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 Engine Oil-Finder

Internal Resistance (battery)


All devices involved in the circuit and wiring have an internal resistance. This is however, mostly very small, for example, that of a fuse, or a short cable. However, in these, the resistance can increase if the cable is too thin, made of lead, or even constantan. In automobiles there can be cables of up to 10m or even longer.


Every power source or battery has an internal resistance. One can recognise this by the fact that the tension of a battery varies, whether it is demanded or not. If one divides the tension difference using Ohm's law, by the current, one can calculate the internal resistance.
What do we mean by the term internal resistance? First of all, we substitute the normal tension with an, as it were, ideal power source, whose tension does not fall under demand, additionally we switch the internal resistance serially. This is not constant, but varies according to demand.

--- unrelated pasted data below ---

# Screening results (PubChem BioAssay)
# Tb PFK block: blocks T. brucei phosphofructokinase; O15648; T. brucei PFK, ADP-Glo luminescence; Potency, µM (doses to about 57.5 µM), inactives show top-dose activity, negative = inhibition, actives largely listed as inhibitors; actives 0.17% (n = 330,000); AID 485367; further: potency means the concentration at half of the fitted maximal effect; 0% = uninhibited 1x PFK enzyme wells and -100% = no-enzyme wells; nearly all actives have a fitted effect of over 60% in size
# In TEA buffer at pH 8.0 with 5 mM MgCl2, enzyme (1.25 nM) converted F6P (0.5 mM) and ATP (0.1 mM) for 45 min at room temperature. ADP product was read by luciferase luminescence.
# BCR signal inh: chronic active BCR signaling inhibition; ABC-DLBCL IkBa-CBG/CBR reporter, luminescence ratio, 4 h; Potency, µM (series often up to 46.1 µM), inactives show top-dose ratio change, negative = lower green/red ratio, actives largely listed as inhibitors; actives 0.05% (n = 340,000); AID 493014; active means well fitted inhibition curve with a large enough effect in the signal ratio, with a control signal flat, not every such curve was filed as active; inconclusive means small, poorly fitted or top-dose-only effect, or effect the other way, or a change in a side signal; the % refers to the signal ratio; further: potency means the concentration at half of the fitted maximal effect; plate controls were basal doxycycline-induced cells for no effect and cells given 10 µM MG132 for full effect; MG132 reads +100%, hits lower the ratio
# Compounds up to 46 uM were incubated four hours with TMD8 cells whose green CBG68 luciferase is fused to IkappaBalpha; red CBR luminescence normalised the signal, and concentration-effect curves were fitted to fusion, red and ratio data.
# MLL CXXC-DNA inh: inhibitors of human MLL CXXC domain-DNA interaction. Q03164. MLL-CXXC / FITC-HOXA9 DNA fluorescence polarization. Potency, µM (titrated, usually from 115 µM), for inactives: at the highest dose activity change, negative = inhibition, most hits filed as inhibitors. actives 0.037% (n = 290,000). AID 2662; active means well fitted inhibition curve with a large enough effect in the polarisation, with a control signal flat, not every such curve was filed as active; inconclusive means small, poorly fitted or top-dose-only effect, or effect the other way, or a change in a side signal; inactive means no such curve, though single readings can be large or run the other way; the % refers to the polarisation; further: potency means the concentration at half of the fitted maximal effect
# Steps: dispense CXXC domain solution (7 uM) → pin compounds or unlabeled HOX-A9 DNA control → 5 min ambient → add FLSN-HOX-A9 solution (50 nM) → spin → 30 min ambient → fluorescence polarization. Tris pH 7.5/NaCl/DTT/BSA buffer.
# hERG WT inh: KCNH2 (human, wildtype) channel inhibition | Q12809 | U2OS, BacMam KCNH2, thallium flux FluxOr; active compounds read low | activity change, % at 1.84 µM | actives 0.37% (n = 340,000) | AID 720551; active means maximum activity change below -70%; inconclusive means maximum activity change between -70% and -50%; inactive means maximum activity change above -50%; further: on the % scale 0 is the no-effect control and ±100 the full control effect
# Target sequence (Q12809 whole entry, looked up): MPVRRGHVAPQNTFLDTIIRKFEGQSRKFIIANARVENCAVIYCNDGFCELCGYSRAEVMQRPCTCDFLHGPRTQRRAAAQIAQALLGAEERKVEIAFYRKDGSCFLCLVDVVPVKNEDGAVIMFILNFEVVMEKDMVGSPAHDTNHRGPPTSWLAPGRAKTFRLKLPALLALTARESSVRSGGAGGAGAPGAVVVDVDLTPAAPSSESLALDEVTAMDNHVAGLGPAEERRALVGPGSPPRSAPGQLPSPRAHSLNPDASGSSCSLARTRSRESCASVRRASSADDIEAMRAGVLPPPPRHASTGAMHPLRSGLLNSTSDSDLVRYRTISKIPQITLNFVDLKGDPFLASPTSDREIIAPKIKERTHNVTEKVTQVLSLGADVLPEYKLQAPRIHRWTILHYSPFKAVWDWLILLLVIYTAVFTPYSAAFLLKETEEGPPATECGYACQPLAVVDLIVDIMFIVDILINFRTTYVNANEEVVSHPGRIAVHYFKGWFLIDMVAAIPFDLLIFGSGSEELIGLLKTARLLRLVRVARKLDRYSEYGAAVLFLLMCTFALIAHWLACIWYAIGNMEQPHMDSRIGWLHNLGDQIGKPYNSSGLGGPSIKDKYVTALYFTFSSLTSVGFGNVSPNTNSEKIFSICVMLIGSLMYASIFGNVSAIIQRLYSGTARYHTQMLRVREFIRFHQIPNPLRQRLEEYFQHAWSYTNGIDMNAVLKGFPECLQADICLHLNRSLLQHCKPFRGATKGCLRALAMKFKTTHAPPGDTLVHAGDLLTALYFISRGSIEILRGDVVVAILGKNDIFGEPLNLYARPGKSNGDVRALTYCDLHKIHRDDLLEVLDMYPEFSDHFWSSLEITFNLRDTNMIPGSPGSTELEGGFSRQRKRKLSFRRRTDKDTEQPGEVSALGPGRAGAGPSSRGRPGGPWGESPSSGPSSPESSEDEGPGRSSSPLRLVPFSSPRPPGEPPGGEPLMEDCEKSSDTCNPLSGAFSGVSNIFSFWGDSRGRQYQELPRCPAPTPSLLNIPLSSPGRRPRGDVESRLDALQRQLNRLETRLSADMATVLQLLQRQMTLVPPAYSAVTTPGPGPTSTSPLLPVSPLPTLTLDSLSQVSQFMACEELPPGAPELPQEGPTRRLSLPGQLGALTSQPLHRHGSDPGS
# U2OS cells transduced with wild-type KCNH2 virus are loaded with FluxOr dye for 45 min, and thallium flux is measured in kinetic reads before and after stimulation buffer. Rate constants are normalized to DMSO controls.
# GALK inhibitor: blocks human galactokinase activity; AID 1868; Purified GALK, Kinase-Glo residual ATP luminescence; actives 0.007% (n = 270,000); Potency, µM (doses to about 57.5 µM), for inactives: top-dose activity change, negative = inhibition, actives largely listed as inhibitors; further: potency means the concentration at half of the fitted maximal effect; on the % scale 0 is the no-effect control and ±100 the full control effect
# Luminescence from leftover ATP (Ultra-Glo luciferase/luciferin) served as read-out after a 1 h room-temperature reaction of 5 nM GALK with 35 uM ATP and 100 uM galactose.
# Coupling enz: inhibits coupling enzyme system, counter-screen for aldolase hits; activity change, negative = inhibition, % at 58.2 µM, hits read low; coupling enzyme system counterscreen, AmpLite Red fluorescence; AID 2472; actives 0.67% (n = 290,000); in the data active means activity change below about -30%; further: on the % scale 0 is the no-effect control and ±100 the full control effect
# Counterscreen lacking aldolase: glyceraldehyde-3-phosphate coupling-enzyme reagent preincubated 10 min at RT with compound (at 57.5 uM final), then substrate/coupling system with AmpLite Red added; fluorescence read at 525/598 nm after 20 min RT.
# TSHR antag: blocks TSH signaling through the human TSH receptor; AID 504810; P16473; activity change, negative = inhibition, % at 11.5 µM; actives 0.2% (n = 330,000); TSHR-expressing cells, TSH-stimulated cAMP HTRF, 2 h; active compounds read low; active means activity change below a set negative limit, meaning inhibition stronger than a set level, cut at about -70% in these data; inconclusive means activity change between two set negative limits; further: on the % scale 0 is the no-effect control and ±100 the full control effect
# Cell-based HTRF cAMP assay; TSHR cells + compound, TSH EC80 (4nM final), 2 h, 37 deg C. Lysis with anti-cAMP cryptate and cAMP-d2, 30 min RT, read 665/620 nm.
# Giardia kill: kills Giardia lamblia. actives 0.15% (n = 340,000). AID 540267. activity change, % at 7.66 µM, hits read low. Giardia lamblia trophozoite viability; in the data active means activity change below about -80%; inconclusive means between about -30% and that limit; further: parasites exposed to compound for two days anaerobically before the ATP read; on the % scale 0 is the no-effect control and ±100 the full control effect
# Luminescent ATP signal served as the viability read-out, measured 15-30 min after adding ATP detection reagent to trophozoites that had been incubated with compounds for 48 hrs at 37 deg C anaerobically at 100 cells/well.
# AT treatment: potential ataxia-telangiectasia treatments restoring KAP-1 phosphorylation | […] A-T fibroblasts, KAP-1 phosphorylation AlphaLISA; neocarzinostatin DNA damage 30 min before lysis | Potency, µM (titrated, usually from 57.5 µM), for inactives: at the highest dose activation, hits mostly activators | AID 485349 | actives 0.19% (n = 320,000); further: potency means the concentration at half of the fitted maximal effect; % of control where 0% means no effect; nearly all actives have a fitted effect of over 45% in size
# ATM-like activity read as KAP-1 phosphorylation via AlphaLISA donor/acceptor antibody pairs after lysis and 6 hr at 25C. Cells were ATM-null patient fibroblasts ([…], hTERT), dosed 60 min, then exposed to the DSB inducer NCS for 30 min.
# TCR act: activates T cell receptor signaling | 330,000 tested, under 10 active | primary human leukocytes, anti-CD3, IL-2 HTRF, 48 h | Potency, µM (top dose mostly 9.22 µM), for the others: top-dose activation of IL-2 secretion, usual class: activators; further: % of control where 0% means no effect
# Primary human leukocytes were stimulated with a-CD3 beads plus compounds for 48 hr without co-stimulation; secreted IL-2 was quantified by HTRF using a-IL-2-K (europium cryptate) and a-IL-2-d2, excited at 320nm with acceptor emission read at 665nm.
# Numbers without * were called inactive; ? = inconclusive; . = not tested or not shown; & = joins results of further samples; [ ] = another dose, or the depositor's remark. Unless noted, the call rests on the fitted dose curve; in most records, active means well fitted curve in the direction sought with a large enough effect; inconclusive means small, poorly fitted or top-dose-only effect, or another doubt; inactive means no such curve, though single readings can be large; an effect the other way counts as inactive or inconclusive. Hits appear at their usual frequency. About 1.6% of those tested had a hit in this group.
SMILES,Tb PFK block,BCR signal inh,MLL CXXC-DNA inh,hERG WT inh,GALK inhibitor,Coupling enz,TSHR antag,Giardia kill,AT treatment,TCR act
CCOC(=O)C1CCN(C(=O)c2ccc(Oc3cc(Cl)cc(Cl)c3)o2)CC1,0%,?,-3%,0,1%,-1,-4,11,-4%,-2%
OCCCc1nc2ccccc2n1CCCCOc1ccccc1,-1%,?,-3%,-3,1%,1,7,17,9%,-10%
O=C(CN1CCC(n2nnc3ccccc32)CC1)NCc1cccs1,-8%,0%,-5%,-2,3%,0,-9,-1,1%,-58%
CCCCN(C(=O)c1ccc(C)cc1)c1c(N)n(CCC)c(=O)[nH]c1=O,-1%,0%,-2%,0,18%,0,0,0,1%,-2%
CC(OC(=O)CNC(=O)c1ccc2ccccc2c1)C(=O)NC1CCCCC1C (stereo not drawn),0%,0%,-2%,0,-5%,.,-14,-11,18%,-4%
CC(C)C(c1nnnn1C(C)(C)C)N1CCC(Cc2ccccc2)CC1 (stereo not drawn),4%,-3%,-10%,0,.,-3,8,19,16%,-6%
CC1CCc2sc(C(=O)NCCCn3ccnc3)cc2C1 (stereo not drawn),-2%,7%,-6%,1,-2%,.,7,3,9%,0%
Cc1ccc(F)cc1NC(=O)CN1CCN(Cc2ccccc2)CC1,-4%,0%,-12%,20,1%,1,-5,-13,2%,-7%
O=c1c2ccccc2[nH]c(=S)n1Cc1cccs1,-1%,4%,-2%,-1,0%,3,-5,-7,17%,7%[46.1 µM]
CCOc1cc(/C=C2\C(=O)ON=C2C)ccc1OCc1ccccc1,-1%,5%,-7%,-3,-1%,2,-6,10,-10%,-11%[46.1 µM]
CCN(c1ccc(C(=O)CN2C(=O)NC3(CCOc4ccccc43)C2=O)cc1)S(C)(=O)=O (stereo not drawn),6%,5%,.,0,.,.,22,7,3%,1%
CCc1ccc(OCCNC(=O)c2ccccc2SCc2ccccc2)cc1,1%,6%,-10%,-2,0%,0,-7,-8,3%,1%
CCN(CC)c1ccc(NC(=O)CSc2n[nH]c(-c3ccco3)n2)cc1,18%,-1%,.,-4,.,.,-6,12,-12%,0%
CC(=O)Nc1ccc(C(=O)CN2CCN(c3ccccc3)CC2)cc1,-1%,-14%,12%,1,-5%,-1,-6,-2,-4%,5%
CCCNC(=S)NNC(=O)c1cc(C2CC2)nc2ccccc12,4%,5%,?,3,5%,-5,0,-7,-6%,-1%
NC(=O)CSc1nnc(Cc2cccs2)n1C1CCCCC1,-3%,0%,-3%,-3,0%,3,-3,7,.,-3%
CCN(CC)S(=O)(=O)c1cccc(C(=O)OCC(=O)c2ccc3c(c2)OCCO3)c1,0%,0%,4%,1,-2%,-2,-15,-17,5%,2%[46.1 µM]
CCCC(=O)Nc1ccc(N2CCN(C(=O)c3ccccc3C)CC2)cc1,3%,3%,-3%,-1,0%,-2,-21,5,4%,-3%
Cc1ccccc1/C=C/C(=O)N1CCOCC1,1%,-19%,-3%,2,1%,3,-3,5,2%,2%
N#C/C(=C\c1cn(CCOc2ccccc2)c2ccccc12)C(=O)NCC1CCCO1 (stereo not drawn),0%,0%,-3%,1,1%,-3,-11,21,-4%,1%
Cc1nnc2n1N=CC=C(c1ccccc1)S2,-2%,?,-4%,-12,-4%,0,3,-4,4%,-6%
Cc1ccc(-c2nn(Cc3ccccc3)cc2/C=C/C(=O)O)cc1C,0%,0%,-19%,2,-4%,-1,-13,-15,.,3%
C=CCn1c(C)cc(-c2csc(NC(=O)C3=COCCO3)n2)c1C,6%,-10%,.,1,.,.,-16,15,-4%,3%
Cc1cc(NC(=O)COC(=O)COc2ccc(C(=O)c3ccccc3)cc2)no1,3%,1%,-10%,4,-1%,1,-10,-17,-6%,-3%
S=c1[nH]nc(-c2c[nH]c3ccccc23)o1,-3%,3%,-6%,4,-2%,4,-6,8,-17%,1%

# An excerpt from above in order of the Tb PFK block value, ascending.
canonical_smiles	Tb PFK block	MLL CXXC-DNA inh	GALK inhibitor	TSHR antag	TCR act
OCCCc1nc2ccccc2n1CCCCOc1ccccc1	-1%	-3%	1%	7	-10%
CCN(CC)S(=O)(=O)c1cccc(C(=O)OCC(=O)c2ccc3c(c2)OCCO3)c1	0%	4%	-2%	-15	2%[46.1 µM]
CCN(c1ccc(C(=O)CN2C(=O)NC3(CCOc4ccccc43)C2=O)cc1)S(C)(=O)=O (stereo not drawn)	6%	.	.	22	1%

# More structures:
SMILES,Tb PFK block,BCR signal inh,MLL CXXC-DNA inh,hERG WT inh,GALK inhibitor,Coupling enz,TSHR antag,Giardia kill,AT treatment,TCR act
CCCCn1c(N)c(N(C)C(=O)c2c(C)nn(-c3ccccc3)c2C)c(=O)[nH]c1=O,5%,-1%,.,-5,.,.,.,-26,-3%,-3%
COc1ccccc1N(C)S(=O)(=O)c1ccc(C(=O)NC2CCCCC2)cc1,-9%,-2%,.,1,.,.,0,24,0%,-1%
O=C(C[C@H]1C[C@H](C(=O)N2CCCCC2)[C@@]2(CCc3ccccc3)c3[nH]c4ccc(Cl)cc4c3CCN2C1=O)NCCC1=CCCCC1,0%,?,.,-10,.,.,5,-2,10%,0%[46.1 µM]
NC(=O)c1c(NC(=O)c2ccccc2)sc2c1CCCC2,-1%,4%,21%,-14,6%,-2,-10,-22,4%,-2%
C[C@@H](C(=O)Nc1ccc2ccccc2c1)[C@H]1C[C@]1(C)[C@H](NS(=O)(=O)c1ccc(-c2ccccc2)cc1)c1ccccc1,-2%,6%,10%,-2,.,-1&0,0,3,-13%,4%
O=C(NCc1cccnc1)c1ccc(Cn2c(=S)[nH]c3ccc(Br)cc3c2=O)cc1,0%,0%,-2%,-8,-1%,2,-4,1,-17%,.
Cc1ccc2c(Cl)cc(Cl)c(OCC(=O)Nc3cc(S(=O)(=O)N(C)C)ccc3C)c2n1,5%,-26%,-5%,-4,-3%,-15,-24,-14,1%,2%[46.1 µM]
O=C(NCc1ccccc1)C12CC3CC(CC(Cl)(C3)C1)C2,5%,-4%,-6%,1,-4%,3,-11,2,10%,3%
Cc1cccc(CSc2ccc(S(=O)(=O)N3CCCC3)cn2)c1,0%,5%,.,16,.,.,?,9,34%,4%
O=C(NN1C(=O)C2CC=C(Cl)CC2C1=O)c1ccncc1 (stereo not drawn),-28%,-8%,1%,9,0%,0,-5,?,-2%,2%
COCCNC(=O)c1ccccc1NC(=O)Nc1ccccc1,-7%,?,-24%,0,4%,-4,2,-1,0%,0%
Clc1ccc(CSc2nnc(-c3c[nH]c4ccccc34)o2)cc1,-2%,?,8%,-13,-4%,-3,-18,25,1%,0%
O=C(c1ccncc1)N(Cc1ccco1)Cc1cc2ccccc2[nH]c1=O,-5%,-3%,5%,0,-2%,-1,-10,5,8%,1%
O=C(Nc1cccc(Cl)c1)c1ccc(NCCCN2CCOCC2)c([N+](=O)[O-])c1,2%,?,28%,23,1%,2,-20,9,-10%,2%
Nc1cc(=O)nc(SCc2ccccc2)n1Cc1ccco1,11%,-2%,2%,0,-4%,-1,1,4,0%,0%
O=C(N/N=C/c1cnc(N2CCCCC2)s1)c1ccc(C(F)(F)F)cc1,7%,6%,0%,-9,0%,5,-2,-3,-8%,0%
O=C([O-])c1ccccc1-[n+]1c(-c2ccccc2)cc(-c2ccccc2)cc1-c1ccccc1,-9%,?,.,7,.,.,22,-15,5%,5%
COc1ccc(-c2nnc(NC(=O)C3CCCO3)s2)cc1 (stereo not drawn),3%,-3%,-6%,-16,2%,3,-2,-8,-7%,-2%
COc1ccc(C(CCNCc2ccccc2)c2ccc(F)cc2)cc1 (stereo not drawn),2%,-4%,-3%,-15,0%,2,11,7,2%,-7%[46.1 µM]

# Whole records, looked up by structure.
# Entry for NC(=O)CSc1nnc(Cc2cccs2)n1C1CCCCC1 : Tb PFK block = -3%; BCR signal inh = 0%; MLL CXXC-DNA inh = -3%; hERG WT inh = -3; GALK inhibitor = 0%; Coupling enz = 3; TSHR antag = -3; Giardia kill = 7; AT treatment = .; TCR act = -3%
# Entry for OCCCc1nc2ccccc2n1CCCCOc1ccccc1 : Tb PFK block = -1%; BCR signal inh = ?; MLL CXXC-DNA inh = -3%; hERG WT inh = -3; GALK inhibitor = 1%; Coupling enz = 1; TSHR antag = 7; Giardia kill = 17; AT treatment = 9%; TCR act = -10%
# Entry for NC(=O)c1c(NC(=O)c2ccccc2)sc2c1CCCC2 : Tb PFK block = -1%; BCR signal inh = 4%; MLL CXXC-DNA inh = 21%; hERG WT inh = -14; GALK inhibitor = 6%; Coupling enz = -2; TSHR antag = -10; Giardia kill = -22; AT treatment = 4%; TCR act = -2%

If one wants to determine a power source or a power pack for a certain application, one selects, for the determination of the internal resistance, ideally, the typical maximum demand. This would be, in vehicle batteries, normally, the cold start. The less the load varies, the more free of loss a power supply can be selected.
There are also batteries with which the internal resistance rises sharply anyhow towards the end of their service life. The automobile battery belongs to this category. If, when the same demands are made, the tension drops sharply, this is a clear indication that the battery is nearing the end of its durability.


One can recognise cables that are too thin (e.g., also in the household) or perhaps also overloaded batteries by the fact that they become warm.

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